Mike Utley’s Vertebrae Injury

Mike Utley, a former Lions offensive lineman, suffered perhaps the sport’s more gruesome injury when he severely injured his sixth and seventh vertebrae against the LA Rams on Nov. 17, 1991. Although he gave the crowd a thumbs-up as he was removed from the field, his spinal cord injuries made him a paraplegic. Although his career was finished by the injury, Utley has turned it into a positive, starting the Mike Utley Foundation, which supports treatment for spinal cord injuries.

Read the rest of this entry →

Here’s How They Set Up Halftime Stages So Quickly 1

Posted on September 10, 2015 by Scott Huntington

It’s the Super Bowl. You’re over at your buddy’s house watching the game when the clock finally expires in the second quarter. Up next are some clever commercials before the broadcast returns and you’re greeted with an epic, gargantuan halftime show that seemingly covers the entire football field.

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Ten minutes ago, the field was more or less empty. But right now, there’s a huge stage front and center, not to mention all the props, costumed folks, lighting apparatuses and other spectacles.

How the heck do they pull off these kinds of stunts?

It’s not luck: it’s the result of intense, careful planning. After all, there are only a few minutes to get the stage together. The performance itself is 12 minutes long, and then the stage needs to be completely disassembled and carted off the field.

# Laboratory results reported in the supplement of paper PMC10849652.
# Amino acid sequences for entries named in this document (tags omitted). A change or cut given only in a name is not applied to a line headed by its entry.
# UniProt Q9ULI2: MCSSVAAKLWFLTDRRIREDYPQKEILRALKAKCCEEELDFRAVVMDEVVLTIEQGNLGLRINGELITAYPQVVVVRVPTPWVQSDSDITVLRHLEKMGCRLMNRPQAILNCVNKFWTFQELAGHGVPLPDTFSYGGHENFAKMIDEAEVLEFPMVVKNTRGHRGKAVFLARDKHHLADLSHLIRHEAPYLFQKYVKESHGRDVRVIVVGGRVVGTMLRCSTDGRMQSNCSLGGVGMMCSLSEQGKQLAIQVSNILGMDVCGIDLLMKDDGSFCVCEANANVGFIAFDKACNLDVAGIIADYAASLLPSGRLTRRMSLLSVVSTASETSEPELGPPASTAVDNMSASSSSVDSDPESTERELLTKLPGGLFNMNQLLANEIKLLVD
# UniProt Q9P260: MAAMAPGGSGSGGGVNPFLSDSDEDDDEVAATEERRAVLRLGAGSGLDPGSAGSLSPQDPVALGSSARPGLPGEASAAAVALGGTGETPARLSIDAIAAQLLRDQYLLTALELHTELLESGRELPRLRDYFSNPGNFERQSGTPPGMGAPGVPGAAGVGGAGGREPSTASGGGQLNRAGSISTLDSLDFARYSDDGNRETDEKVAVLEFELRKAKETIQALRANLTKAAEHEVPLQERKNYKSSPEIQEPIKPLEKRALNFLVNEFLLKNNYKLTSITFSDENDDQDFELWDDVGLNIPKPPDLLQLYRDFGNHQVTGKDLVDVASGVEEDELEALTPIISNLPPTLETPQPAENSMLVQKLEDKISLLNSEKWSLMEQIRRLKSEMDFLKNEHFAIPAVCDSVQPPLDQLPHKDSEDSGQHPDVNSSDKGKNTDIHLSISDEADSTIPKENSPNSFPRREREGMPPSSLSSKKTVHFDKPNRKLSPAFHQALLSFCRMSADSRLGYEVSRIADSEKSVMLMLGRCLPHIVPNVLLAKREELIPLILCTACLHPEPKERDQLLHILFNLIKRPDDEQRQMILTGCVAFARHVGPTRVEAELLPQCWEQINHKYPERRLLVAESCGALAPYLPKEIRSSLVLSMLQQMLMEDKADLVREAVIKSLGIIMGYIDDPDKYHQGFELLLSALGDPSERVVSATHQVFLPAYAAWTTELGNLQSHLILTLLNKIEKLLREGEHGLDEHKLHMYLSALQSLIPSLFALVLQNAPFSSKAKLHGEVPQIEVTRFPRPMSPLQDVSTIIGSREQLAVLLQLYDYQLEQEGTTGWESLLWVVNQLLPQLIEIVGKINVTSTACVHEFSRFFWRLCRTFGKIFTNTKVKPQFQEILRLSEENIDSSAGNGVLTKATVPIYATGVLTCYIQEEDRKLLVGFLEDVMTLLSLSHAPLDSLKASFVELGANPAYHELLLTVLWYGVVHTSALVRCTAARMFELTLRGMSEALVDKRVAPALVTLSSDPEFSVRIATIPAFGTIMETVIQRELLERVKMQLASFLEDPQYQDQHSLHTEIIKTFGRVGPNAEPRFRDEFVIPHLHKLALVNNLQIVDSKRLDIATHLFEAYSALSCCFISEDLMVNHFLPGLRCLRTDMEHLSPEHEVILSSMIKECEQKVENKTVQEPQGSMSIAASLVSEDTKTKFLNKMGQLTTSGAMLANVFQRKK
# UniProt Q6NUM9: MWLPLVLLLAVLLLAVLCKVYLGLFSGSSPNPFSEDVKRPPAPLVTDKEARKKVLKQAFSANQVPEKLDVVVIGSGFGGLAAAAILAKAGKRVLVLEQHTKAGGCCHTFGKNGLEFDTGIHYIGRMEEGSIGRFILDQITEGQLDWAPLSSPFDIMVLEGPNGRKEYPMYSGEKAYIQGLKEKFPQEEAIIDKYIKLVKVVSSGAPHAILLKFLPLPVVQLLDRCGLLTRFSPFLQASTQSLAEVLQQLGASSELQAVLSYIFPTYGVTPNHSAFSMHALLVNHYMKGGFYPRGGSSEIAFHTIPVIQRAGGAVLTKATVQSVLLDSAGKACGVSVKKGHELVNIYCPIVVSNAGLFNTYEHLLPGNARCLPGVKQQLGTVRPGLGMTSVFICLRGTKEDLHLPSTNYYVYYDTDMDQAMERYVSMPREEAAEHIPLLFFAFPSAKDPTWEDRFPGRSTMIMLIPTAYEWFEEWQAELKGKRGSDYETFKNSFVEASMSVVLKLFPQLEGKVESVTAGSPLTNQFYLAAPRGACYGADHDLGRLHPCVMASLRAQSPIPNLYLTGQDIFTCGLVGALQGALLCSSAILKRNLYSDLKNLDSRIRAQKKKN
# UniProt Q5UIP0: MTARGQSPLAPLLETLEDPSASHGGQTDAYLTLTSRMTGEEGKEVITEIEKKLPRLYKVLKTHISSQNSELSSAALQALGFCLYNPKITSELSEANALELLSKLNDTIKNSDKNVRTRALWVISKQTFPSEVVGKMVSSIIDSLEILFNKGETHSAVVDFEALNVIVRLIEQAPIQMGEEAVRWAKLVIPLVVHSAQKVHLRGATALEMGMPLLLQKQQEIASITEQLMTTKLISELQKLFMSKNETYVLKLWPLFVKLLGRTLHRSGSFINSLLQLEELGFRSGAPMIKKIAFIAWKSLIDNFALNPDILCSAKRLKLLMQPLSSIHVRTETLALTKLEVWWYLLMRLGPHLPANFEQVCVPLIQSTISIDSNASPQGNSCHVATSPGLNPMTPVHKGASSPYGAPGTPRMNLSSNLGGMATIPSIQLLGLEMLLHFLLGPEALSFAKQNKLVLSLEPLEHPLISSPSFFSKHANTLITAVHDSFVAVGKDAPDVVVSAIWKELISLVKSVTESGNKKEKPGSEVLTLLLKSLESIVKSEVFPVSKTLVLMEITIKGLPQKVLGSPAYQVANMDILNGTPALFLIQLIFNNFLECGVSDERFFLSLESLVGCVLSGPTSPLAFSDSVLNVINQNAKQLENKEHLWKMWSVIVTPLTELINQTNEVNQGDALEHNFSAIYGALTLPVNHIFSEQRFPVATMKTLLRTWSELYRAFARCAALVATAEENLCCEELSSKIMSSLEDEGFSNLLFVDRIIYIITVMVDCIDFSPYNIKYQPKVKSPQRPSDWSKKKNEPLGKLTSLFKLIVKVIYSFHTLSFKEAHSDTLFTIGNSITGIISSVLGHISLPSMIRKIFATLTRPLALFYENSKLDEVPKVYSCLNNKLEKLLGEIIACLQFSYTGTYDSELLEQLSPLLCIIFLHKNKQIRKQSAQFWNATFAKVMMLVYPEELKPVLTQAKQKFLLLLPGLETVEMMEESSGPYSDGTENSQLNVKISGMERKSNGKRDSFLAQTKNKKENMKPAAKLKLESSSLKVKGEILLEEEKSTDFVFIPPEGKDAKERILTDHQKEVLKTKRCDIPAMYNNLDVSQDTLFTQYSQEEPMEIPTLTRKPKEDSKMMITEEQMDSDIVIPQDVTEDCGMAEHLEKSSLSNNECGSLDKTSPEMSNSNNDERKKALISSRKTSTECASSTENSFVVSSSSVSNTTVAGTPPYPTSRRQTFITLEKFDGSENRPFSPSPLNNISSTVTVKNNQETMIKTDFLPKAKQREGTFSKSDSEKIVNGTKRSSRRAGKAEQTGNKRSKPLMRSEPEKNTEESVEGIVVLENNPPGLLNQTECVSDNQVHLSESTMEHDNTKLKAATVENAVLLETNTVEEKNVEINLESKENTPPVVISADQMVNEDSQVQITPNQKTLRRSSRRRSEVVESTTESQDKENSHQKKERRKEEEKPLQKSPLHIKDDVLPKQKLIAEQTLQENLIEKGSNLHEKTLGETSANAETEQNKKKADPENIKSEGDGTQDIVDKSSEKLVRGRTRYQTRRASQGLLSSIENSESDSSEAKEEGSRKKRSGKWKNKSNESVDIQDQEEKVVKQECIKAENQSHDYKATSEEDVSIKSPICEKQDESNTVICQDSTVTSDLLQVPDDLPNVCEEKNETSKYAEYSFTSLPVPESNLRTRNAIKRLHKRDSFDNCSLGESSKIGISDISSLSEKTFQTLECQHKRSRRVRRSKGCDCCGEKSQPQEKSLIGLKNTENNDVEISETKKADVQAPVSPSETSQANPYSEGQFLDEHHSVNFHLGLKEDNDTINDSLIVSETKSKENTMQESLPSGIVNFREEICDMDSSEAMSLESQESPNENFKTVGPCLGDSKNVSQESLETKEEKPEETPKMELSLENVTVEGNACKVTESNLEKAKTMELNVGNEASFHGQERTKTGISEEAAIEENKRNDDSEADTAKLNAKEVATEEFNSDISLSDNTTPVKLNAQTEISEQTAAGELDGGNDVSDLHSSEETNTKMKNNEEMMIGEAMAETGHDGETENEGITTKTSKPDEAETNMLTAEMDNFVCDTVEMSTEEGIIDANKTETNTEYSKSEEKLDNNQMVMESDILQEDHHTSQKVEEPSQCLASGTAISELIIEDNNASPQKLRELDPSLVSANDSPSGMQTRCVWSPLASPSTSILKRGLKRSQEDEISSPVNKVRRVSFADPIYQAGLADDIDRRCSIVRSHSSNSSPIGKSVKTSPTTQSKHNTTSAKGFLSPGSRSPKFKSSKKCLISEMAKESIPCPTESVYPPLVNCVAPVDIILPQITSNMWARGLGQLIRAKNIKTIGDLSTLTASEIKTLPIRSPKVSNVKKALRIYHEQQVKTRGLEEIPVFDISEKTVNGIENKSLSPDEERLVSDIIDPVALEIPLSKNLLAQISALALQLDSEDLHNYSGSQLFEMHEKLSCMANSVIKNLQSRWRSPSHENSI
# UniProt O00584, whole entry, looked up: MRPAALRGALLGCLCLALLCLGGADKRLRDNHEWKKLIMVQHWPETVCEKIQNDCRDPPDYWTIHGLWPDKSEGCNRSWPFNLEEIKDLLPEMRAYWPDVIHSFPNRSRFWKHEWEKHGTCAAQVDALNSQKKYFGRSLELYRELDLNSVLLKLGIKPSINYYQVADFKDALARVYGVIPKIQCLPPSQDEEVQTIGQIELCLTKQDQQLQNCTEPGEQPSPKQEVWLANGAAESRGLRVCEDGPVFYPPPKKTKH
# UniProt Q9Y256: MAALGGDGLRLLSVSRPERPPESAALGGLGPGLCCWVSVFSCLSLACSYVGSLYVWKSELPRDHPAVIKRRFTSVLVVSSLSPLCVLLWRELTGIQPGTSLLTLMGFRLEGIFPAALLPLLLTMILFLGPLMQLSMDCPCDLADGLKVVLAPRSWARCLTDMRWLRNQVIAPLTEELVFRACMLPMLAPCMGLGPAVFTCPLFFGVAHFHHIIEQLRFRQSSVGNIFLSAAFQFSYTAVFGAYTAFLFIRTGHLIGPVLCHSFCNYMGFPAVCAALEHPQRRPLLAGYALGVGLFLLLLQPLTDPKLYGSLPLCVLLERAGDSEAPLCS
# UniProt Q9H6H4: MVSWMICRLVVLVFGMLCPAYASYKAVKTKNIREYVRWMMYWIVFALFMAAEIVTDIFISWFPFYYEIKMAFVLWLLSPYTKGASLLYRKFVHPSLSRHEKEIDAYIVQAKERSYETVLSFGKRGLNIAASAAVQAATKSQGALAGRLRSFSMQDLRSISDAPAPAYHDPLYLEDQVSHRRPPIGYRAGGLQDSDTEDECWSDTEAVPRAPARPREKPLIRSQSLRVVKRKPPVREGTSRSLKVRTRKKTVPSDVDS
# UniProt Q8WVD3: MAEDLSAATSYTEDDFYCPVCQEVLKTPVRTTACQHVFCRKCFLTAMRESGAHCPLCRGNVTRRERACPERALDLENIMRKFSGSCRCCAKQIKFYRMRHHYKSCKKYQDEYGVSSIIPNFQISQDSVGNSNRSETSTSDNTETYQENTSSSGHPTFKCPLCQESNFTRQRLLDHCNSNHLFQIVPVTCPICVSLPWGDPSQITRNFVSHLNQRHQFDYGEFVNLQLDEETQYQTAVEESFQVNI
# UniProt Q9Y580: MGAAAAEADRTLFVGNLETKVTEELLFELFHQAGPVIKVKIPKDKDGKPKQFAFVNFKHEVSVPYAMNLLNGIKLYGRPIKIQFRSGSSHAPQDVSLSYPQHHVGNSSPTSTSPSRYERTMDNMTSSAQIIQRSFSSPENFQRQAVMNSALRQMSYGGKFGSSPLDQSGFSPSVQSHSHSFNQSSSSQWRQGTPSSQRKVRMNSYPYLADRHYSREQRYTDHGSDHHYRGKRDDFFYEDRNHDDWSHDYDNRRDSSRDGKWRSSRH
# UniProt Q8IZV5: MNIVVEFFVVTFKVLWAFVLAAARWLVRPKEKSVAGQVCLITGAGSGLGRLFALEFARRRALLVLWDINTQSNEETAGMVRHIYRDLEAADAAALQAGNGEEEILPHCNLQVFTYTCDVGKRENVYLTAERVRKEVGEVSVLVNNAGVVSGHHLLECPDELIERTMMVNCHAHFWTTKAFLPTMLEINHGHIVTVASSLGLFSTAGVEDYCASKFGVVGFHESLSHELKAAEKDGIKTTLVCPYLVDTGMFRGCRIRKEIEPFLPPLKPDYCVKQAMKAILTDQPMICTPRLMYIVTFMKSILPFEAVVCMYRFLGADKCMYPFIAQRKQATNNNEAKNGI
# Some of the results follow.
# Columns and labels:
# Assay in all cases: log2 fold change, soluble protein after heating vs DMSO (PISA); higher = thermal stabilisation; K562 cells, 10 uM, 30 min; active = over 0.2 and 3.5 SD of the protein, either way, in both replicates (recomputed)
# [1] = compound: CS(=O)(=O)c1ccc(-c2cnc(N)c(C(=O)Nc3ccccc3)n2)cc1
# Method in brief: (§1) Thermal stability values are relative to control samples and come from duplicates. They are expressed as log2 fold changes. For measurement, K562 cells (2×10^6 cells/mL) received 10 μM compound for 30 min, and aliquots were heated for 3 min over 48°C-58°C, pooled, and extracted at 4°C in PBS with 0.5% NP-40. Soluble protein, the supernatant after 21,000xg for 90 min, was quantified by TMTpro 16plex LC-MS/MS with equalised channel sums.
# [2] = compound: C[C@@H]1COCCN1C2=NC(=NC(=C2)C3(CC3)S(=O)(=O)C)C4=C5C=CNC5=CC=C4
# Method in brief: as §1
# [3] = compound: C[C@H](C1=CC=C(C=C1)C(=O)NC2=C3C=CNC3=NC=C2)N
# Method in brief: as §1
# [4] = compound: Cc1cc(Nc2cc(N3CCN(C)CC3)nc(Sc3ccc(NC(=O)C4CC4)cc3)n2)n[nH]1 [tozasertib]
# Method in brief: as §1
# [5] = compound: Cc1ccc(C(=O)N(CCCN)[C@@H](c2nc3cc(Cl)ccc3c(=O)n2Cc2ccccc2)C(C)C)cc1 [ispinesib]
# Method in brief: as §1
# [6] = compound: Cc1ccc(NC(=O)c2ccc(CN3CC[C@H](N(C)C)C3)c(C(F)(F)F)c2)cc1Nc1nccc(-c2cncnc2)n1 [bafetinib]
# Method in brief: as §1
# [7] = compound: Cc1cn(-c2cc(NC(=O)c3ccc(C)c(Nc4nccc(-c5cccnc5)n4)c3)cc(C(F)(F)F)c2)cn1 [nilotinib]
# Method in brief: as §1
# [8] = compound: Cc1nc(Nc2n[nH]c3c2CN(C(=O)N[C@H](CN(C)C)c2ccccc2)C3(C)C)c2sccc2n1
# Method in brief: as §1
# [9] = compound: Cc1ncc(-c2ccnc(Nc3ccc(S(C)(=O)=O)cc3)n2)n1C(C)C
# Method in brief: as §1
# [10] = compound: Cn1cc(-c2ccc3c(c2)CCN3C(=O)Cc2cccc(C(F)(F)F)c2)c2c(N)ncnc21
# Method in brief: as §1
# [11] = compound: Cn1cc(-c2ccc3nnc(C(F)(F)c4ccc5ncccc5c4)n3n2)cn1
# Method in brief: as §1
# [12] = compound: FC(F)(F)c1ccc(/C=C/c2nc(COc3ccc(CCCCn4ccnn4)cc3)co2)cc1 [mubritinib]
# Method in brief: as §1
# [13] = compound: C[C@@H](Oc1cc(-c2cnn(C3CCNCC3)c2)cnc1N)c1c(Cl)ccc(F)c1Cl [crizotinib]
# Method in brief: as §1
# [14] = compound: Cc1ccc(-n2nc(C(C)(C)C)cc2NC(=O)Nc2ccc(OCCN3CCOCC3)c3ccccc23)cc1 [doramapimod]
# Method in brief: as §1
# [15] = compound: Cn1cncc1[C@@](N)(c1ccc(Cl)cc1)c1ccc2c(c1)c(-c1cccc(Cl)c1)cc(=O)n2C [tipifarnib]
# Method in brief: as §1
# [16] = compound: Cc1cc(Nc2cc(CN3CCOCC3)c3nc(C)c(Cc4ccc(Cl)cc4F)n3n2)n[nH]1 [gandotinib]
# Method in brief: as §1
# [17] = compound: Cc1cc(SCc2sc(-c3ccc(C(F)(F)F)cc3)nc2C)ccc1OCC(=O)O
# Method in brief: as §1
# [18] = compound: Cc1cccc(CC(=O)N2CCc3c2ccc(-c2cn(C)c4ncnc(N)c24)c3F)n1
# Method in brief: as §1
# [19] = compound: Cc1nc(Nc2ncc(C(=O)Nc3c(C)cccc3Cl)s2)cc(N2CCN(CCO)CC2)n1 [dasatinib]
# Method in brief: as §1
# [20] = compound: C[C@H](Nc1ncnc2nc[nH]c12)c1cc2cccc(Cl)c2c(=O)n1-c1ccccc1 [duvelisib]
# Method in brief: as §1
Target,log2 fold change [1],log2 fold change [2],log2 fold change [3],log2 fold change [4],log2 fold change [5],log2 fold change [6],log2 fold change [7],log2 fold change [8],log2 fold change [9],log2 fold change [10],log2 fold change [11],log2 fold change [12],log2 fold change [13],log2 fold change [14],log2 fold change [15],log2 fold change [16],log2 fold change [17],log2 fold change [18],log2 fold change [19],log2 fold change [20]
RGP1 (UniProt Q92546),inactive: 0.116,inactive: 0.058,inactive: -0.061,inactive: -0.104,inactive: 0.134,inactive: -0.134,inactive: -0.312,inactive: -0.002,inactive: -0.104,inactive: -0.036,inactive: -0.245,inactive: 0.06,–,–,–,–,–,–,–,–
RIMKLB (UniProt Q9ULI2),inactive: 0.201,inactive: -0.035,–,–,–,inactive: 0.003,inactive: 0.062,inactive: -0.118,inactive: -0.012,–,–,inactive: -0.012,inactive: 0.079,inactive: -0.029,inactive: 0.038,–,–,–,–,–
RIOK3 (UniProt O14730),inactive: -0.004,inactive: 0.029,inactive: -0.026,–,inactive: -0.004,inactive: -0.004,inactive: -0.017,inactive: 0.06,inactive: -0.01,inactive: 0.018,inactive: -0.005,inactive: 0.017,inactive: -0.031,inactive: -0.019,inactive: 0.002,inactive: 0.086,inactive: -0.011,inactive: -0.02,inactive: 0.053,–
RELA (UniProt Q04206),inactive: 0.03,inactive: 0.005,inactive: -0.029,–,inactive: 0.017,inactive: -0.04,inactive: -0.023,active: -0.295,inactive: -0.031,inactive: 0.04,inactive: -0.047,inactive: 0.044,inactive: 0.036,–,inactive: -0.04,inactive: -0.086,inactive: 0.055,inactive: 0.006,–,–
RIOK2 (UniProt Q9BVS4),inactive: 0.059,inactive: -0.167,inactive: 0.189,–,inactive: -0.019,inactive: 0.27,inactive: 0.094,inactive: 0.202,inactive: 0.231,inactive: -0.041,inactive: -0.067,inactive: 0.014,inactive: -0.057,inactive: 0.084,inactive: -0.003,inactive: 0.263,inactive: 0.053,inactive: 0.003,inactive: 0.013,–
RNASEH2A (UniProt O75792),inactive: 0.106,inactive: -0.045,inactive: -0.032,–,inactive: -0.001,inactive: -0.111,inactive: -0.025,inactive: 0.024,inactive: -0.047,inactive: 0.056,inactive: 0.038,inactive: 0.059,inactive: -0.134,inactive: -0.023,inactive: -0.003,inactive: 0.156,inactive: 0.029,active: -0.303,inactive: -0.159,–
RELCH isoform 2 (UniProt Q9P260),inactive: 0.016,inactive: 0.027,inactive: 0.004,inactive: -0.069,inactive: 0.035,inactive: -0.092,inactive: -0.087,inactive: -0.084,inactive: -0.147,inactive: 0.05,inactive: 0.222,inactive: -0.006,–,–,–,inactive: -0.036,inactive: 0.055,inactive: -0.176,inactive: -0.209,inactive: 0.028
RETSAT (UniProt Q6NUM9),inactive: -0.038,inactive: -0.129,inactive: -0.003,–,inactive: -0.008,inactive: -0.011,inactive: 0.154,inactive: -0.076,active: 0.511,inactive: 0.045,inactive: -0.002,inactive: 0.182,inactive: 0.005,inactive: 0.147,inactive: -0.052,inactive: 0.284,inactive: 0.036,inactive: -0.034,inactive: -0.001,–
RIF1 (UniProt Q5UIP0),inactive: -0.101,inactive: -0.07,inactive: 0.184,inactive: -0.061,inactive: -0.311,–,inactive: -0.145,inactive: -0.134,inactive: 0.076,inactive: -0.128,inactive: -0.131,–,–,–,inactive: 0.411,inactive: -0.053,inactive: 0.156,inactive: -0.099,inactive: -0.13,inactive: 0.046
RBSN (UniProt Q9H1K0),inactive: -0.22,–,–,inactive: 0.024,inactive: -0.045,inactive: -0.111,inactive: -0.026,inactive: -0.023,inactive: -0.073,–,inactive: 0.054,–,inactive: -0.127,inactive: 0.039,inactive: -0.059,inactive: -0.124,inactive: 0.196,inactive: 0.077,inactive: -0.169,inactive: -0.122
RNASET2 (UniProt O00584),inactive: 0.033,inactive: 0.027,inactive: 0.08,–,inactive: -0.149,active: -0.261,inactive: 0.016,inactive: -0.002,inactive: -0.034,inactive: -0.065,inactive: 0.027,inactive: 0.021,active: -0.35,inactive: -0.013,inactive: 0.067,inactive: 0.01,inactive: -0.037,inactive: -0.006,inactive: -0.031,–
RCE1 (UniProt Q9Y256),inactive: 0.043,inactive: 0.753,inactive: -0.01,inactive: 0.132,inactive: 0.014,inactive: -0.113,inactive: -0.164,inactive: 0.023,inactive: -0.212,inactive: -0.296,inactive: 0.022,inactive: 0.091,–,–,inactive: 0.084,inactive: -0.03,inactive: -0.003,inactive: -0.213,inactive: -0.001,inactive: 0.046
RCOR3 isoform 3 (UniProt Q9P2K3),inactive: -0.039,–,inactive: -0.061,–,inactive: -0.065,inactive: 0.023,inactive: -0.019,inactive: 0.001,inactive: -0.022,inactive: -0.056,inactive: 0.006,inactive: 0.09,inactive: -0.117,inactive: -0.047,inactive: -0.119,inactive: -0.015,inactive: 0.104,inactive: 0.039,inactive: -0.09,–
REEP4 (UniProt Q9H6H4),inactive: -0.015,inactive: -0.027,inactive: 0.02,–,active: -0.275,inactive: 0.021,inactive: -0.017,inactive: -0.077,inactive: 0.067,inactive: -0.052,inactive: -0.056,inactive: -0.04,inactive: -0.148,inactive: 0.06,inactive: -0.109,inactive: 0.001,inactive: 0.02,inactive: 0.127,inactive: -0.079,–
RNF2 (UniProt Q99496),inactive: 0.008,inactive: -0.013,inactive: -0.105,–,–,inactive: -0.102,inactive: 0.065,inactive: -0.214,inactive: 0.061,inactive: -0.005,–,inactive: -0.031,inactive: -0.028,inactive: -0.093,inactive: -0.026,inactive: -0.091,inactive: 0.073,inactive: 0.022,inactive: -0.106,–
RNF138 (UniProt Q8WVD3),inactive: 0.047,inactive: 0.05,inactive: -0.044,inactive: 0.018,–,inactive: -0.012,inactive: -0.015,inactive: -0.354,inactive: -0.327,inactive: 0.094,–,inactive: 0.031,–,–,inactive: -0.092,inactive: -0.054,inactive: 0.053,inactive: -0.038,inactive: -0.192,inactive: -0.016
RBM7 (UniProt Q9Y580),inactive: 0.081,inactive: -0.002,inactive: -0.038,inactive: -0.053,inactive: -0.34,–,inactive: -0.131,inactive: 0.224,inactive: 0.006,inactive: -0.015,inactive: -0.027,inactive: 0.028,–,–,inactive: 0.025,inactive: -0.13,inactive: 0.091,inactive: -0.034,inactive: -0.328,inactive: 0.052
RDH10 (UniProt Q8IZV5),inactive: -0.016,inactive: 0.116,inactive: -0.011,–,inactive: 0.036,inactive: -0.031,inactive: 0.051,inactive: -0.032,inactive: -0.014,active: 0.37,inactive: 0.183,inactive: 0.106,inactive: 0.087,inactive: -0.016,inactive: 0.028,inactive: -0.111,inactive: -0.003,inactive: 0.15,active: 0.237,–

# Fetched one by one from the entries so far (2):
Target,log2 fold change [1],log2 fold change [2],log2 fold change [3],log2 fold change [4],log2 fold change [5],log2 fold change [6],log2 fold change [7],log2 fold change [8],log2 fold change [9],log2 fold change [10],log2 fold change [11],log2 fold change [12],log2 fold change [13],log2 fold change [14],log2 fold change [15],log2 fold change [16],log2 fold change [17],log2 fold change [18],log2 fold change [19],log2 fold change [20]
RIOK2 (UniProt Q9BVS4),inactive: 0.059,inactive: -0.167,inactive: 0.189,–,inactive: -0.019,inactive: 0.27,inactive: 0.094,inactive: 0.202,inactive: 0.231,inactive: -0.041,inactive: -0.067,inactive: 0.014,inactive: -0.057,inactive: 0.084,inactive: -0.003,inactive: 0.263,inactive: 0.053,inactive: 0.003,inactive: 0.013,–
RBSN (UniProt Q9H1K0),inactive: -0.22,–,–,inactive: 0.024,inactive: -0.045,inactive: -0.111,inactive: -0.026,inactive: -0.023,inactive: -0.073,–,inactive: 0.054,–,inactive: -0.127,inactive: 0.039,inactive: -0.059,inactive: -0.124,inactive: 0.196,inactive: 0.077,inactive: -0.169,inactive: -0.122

“It’s the most unique of any unique show or experience,” explains Hamish Hamilton, who’s directed the Super Bowl halftime show since 2010. “It’s easily the most intense and by far the most adrenaline-charged because you have a very real set of factors that can only come together at halftime.” Read the rest of this entry →

The Top 5 Biggest Draft Busts in NFL History 3

Posted on May 27, 2014 by Scott Huntington

With the 2014 NFL draft now in the books, it makes sense to look at some of the worst mistakes made by teams at the draft. Of course, scouts, general managers and head coaches work hard in the months leading up to the draft, trying to acquire the best possible player at their draft position. Every season, however, there are players drafted in the first round who do not work out for whatever reason, and these picks set their franchises back for years to come.

The following are some of the worst selections in recent memory.

Tim Couch

Ravens v Browns

The 1999 NFL draft was supposed to have a very special quarterback class, and Tim Couch was the first one selected. The Cleveland Browns, who were returning to the NFL after their original franchise moved to Baltimore, took Couch first overall, ahead of players like Donovan McNabb, Edgerrin James, and Champ Bailey.

The result was disastrous, as Couch would only start 59 games over his five-year career. While Couch did have potential, the Browns put the fate of the franchise on his shoulders, and he failed to live up to the hype. Read the rest of this entry →